By now your feet have hopefully gone back to their original shape, and your head has cleared from the craziness of what ended up being an epic SHOT Show 2016.
I logged over 20,000 steps and 11 miles on my Garmin between Thursday and Friday and thought I was able to get into every major exhibit on the main floor. I kept my schedule open on Thursday to catch up with friends, track down Willie, Jase, Goodwin and Martin for an autograph, take in Dana Loesch’s live radio broadcast and as luck would have it, run into Kyle Lamb and Jim Shockey.
Now that the show is over, and you begin to re-group and think about next year’s show (yes, it’s time to start getting ready). I wanted to share a few of my thoughts from a marketing perspective on the event and give you a few takeaways on how you can make next year’s SHOT Show even better.
1. Creative marketing concepts in exhibits
The exhibits I felt that had the most energy and excitement were the booths that incorporated an original concept that brought their brand story to life. They somehow tapped into my craw to create an extremely memorable experience. Not only did these concept exhibits pick up media attention—but they also seemed to be having the most fun. The three most interesting exhibits I experienced were: CAA/Kalashnikov USA, Battle Arms Development, and SilencerCo.
CAA/Kalashnikov’s exhibit was like stepping into an underground Slavic dance club. Hard white floors, high ceilings, AKs on the walls and the contrasting American/Russian imagery and other European-type aesthetics added to the experience. For a brief moment, I felt like I was somewhere else other than Las Vegas.
Battle Arms Development’s mad scientist theme featured employees wearing white lab coats under blue lighting which created a similar vibe to CAA—but more science-fiction-like. The added Star Wars and super-hero themed rifles made the exhibit absorbing and engaging.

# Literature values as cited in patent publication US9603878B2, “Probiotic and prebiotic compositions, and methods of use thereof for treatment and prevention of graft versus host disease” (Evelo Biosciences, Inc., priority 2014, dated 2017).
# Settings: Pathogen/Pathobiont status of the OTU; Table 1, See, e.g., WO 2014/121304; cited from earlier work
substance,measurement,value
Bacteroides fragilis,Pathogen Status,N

SilencerCo’s booth had a covered walk-in that integrated seamlessly with their ‘Fight the Noise’ campaign along with their catalog, booth staff, past year’s advertising campaign and website. With a gray spray-painted outdoor scene and impressive imagery, the booth was also very experiential that brought the brand to life. Darren Jones, Media Relations and Sales with SilencerCo, said, “This show has been completely overwhelming—in a good way. We’ve had tremendous response to our newly launched products, and it will probably be one of our best years ever. We fully expect the ball to keep rolling.” (Source: NSSF)
Takeaway: The highly saturated MSR segment and burgeoning suppressor segment will become increasingly harder for brands to stand out. Consider integrating a theme into next year’s booth that incorporates and aligns with your brand’s story to make it more attractive. Introduce your theme in your advertising and digital marketing over the next 11 months. Take your booth visitors out of SHOT Show and into your brand’s world. This would play exceptionally well down on the first level where the exhibits aren’t as exciting.